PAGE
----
The Evangelical Lutheran Church in America through its many programs does a number of fine things in the world. Though I am admittedly no longer a church person, I was raised in this faith and continue — despite living in Bangkok, the Southeast Asian equivalent of Sodom and Gomorrah — to subscribe its basic beliefs.
It therefore seemed fitting and proper that I donate a portion of the farm windfall to the ELCA. After all, someday I would be going to that great Go-Go Bar in the Sky (which features vintage Rock & Roll; the one in hell plays Hip Hop) and would have to answer for my undeserved riches. In late March I accordingly emailed them, inquiring how I could go about this.
In my message I did not mentioned a specific amount, only that it was the result of selling some Iowa farmland — which is not going cheap. Now one would think that an organization in perpetual need of funds like the ELCA would salivate over an opportunity like this and get right back to me. Instead it was almost two weeks before I heard from them.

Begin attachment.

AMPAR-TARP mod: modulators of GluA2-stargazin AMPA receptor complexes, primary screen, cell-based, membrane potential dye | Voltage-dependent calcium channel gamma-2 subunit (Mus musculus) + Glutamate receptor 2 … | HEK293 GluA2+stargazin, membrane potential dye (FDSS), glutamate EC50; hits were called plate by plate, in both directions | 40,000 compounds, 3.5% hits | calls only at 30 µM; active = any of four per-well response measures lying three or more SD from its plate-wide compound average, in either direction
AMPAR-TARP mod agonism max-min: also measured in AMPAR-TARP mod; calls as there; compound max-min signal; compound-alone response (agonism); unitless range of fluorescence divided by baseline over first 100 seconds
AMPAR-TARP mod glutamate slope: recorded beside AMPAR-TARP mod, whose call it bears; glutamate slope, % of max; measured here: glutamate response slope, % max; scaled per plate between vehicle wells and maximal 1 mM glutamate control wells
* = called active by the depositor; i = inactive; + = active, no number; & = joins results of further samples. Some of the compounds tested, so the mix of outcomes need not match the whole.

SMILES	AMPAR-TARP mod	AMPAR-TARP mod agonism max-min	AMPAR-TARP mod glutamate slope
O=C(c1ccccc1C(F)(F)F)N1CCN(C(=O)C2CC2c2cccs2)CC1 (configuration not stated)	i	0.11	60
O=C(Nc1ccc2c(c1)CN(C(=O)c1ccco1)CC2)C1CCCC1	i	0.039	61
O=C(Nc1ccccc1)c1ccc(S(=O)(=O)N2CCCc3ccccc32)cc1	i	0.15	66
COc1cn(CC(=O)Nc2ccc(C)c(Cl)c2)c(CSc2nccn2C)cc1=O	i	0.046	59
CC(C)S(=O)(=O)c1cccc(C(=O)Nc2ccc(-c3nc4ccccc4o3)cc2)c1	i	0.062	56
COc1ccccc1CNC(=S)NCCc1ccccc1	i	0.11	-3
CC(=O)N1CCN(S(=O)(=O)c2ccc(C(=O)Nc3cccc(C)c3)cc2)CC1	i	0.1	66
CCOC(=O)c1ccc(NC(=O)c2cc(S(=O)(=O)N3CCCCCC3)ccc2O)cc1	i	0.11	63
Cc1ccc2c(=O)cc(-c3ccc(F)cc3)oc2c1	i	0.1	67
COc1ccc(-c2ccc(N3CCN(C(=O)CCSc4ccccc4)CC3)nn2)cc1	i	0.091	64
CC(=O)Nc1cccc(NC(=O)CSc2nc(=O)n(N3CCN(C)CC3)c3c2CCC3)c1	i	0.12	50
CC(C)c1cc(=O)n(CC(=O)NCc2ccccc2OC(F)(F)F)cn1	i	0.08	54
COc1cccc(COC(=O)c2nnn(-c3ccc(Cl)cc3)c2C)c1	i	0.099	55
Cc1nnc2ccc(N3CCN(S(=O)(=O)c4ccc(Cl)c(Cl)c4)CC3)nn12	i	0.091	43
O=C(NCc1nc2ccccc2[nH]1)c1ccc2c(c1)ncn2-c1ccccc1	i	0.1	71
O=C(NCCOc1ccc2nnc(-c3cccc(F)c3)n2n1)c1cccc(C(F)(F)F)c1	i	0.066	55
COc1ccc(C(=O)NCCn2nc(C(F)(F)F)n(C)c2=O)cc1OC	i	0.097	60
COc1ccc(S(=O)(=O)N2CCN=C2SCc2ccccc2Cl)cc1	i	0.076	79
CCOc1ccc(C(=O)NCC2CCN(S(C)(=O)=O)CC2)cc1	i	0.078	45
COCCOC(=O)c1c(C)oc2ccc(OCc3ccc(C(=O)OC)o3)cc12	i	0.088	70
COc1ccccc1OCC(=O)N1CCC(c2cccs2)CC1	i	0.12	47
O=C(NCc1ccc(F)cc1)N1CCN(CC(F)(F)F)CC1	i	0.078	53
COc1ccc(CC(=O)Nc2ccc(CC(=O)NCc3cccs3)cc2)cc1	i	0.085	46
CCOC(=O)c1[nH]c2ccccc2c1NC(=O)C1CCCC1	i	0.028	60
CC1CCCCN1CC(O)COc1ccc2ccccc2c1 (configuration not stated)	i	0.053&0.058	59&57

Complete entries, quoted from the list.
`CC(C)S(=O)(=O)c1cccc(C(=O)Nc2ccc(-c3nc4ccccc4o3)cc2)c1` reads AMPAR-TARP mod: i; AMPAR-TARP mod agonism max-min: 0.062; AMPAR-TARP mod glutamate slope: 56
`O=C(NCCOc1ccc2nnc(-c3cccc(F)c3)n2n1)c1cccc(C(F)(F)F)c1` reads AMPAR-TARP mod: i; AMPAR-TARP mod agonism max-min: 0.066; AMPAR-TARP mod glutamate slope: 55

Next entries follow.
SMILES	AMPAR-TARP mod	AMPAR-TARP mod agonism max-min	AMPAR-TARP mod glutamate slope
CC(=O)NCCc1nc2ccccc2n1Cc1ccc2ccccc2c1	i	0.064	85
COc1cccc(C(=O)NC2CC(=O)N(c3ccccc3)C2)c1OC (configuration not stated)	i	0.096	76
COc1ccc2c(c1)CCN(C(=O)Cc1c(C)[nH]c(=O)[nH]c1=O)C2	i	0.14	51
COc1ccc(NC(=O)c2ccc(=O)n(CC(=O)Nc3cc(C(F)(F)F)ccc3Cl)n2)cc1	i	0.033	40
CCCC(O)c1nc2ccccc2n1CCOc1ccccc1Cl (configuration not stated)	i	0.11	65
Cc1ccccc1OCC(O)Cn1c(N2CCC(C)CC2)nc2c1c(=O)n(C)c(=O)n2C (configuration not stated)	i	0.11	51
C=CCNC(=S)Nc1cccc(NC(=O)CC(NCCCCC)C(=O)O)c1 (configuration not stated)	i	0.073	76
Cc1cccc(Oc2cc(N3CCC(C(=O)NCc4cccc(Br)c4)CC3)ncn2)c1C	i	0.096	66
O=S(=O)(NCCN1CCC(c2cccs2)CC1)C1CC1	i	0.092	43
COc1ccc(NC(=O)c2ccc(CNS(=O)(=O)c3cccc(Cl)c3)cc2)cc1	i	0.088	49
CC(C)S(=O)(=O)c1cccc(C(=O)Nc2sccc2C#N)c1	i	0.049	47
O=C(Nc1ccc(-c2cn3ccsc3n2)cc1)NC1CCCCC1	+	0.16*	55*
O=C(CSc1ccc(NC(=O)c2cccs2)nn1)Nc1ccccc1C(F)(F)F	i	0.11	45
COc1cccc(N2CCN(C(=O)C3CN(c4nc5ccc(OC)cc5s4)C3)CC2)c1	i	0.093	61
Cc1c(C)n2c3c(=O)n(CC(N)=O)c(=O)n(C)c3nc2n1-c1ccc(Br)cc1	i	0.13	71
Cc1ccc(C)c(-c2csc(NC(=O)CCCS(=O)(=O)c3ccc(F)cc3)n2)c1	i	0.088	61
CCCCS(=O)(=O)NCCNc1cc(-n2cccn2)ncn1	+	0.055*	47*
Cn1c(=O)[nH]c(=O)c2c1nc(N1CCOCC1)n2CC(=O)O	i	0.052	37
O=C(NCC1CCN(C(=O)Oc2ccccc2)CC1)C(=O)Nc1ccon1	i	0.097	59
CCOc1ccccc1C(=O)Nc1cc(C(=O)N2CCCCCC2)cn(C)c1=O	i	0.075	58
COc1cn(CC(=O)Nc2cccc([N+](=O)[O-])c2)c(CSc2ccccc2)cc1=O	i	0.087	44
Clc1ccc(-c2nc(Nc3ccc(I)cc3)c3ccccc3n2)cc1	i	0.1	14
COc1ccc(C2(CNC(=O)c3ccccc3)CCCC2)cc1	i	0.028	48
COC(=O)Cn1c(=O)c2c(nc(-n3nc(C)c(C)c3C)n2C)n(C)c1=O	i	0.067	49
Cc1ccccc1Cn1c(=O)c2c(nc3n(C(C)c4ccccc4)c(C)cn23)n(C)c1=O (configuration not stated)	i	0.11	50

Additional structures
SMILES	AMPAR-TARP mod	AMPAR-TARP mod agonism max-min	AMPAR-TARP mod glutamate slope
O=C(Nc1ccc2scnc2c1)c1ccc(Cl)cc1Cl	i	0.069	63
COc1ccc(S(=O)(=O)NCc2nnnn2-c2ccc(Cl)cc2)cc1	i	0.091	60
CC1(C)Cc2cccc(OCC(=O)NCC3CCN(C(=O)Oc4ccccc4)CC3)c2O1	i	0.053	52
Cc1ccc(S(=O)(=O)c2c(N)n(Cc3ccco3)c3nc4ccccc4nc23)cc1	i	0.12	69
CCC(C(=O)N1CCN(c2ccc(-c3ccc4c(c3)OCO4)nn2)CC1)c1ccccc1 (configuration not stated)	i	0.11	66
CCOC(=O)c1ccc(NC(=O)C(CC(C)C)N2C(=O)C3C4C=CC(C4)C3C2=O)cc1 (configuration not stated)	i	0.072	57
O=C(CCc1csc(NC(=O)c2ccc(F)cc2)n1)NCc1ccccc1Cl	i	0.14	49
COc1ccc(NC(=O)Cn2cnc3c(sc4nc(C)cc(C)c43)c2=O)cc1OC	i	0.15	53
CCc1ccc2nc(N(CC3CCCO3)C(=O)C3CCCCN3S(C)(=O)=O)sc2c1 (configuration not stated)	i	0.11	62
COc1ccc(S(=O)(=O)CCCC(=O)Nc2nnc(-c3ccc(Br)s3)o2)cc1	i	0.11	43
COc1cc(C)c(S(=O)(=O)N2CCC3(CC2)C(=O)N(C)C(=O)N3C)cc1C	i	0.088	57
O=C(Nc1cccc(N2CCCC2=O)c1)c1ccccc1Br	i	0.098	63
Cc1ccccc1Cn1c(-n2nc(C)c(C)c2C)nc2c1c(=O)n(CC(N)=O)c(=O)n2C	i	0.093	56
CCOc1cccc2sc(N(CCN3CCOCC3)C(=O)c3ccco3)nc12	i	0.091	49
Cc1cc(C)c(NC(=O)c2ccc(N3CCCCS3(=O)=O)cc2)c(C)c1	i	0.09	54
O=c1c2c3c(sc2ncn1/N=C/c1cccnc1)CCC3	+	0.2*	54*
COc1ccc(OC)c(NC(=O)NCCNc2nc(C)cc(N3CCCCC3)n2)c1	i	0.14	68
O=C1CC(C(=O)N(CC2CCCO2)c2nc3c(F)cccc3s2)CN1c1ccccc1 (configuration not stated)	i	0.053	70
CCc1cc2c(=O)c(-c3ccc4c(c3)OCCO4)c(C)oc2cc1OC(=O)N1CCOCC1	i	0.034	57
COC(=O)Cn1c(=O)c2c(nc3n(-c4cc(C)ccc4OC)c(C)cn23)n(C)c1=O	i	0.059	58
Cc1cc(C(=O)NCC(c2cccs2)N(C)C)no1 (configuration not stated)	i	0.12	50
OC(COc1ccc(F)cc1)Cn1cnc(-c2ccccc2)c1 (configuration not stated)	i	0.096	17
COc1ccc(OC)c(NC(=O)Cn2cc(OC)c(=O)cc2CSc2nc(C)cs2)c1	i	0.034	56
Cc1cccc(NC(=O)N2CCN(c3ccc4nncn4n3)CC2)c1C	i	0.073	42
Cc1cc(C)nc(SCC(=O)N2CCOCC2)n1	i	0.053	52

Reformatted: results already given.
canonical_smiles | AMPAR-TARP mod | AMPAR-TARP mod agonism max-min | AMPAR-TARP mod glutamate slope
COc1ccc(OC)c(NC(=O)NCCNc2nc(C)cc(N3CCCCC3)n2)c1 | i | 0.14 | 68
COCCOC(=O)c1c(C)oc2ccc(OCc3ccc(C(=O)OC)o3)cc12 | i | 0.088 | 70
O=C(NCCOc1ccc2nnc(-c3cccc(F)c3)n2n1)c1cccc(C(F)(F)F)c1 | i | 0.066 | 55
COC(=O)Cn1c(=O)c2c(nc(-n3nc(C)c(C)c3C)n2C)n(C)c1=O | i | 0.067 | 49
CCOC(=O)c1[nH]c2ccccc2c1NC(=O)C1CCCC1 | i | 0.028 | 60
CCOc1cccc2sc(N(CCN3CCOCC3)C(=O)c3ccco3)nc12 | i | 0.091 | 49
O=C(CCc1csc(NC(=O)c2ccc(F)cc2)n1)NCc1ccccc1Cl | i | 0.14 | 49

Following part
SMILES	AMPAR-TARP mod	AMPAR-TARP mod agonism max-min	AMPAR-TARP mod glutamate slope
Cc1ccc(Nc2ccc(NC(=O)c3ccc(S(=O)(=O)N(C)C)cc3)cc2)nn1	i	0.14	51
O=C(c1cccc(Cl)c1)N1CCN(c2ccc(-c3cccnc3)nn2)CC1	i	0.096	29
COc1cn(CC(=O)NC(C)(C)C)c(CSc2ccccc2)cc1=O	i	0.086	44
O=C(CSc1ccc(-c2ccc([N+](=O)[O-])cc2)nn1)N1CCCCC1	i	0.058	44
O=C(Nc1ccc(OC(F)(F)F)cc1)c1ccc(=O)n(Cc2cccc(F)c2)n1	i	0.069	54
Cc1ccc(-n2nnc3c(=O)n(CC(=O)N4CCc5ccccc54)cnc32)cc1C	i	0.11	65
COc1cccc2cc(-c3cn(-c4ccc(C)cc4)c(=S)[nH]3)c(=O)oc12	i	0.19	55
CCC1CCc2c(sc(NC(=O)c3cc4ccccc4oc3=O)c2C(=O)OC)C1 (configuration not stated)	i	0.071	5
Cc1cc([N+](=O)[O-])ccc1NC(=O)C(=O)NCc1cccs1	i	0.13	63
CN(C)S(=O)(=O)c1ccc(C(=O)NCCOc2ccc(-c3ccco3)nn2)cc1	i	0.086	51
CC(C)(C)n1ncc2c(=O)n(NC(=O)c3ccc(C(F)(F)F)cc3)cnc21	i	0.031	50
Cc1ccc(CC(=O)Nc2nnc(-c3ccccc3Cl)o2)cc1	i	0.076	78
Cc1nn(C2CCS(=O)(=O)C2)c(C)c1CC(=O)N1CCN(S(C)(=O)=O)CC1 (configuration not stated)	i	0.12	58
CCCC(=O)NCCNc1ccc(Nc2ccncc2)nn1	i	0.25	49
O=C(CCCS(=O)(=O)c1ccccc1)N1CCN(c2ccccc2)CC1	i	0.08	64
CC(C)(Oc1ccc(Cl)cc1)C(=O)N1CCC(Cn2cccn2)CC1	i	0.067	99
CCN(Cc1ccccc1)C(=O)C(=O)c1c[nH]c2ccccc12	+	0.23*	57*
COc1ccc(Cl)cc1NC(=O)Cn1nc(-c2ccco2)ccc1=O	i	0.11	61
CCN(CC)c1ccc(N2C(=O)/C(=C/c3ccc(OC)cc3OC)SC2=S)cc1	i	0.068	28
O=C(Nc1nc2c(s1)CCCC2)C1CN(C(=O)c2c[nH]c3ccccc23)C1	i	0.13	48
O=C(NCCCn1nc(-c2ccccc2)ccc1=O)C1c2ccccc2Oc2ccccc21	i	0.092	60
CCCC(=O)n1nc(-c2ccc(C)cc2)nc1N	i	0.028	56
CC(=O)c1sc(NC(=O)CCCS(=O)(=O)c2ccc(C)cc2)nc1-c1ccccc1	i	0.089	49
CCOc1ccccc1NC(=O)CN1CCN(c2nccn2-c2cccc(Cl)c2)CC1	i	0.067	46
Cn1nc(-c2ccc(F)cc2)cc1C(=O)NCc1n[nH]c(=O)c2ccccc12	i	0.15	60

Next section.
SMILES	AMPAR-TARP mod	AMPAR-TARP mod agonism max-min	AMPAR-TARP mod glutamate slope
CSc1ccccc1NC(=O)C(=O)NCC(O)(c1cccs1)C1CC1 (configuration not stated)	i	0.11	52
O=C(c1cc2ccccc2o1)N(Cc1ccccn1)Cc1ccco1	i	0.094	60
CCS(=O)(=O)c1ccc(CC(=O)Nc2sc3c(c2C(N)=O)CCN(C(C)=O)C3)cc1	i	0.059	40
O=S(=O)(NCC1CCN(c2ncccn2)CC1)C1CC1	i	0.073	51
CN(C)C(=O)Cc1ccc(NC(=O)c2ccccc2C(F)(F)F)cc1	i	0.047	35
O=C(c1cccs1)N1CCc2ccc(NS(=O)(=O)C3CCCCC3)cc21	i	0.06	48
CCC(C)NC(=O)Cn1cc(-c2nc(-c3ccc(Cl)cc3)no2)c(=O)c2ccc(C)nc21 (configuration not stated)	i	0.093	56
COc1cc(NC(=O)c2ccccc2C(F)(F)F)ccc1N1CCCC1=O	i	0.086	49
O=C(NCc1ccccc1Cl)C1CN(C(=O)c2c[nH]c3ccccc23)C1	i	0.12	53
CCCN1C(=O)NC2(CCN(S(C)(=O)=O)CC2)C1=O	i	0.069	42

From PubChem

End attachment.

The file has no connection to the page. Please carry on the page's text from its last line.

Their tardiness made me angry. My no-nonsense Norwegian-Lutheran grandmother had instilled in me the importance of doing one’s chores in a timely manner. No screwing around. Maybe things in the church have become a bit slack these days. I mean, if it had been me in their position, dealing with a potentially huge amount of money, I’d have gotten off my butt and responded (in the immortal words of my fifth grade teacher), immediately if not sooner.
Somewhat reluctantly, I decided I could not work with these people. If I go to the trouble to contact an organization and offer to give them money, I’m not going to wait, hat in hand, while they take their sweet time getting back to me. They will either accord me some priority, or they will go without.
However, I am not a total Ebenezer. I have since added the ELCA as a beneficiary to a portion of my estate. (No point risking an eternity of Hip Hop.) But unless a wild Tuk Tuk driver runs me over, it’s likely going to be a few years before they see anything. They kept me waiting, so I am returning the favor. An eye for an eye.
Selling the Farm